We sleep!

We’re not busy all night though – and we do usually try to find somewhere that’s safe and warm where we can snuggle down for a sleep. Some favourite places that my feline friends use are:

  • On the bonnet of a car that has just arrived home. These provide welcoming warm spots for a while when it’s cold.
  • People’s outside porches can be very useful to get out of a sudden downpour of rain.  Some people leave small windows open on their porch which gives us easy access.
  • Under a bush is a good place to have a catnap, particularly when it’s dry. All the leaves give good protection and it’s also a good vantage point for spotting mice scuttling around.

Some humans get concerned about their cat when they go out at night – that makes sense because it can be dangerous out there, with road traffic, cat fights and other predators (depending on where in the world you live).

So, how can you encourage your cat to stay indoors at night?

lady lying with cat on bed

How to keep your cats safe at night

If your cat has the freedom to go outside during the day, there are a few things you can do to keep them indoors at night. This is how my humans encourage me to stay in at night:

  • They have installed a cat flap. My humans have set the cat flap so that when I come in at the end of the day, it does not allow me to go back outside. I always come indoors for my food around 5.00pm and if I then have a quick catnap, I am unable to go back outdoors as the catflap is locked.
  • Sometimes I have to search around the house for my food and that can be good fun too – it’s a game that keeps me occupied for a while and encourages me to use my super-duper sniffing senses. I can sniff food out from a long distance.
  • Early evening is playtime, which I always enjoy! My human is very clever and plays with me when I feel naturally active – like I said, cats are very active around dusk and this fits in very well with my playtime. She’s even got me a toy mouse on the end of a fishing rod – it’s not quite the real thing but I do enjoy chasing it around and pouncing on it. I always get a treat when I catch it too, which is very satisfying.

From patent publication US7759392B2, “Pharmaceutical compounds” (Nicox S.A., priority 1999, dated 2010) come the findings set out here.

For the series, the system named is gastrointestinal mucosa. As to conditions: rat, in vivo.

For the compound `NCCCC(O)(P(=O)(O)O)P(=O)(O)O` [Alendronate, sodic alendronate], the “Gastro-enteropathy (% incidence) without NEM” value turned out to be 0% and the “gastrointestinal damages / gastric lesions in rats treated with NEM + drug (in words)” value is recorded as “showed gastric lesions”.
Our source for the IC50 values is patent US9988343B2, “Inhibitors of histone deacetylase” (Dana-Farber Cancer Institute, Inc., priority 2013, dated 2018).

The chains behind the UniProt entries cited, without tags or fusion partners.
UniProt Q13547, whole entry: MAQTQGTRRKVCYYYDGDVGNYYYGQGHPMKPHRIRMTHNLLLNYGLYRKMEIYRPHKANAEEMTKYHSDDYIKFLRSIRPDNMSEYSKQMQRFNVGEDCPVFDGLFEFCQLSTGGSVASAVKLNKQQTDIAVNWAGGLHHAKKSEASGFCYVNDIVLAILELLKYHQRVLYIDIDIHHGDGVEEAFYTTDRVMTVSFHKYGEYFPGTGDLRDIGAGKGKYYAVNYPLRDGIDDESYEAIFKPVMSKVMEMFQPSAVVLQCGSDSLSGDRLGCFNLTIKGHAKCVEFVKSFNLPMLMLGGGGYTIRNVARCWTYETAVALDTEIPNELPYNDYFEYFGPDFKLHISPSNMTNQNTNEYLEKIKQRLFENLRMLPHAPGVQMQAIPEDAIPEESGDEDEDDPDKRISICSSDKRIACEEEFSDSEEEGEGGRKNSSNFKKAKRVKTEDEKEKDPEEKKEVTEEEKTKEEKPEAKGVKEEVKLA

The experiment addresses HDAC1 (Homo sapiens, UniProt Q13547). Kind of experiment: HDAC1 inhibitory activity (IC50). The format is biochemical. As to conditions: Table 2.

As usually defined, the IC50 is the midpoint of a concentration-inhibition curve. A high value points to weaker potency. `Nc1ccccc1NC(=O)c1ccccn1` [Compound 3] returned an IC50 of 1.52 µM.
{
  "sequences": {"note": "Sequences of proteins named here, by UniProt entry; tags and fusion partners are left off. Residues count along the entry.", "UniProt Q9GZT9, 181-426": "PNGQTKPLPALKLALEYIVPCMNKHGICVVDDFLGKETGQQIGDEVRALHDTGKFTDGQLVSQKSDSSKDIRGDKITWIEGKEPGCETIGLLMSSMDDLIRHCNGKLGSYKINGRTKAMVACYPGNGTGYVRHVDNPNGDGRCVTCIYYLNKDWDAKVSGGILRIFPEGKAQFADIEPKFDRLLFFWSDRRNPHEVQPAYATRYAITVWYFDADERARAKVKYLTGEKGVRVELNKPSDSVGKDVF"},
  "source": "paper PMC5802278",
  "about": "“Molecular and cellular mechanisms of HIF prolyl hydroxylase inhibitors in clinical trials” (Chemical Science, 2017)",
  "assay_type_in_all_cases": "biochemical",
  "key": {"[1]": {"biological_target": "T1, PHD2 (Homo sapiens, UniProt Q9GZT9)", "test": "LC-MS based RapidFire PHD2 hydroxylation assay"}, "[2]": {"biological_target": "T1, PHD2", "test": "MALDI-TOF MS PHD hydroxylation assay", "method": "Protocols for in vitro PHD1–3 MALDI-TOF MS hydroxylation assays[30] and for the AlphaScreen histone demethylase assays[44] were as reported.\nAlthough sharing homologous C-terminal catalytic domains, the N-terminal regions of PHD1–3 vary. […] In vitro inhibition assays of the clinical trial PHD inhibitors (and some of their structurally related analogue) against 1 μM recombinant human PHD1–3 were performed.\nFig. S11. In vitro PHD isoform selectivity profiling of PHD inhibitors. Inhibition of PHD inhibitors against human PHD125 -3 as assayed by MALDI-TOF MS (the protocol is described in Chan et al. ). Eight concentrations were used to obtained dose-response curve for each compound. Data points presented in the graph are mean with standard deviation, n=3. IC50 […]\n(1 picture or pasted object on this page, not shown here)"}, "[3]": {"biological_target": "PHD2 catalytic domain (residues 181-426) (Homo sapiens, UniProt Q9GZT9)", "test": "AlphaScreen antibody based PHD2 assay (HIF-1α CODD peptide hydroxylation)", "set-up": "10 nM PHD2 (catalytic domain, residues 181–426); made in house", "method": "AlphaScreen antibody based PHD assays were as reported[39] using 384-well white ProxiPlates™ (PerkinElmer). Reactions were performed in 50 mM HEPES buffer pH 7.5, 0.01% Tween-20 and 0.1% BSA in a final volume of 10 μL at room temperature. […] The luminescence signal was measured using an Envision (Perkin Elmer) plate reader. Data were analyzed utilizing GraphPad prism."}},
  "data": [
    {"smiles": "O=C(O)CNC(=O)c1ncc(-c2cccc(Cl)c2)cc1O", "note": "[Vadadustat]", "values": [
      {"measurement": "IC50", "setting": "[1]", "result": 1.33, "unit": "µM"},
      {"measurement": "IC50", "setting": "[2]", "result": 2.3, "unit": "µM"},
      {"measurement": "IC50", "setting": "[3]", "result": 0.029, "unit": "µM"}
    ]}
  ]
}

• I’ve got lots of shelves and high perches to explore around the house, as well as hiding places. It’s great fun sitting up high on a shelf where I can look down on that pesky dog – I suppose he’s not that bad though… my human spent a lot of time training us to get along.
  • I love it when the postman has delivered a parcel – that means that I have a box to play with and that keeps me busy for a long time!
  • Once we’ve had playtime, I will sit and groom myself – just to make sure I stay beautiful. My human will also give me a hand and this is a great way to bond.
  • My human sometimes spends time in the evening training me – yes, cats can be trained! She’s trying to get me used to the cat carrier – I expect it’s time for my annual visit to the vet in the car.

ginger and white cat in black background

When I have a very busy evening indoors, I don’t really feel like going outside in the dark – I am very content climbing into my own bed to sleep, or sometimes my human will allow me to sleep at the bottom of her bed where I feel really cosy and comfortable.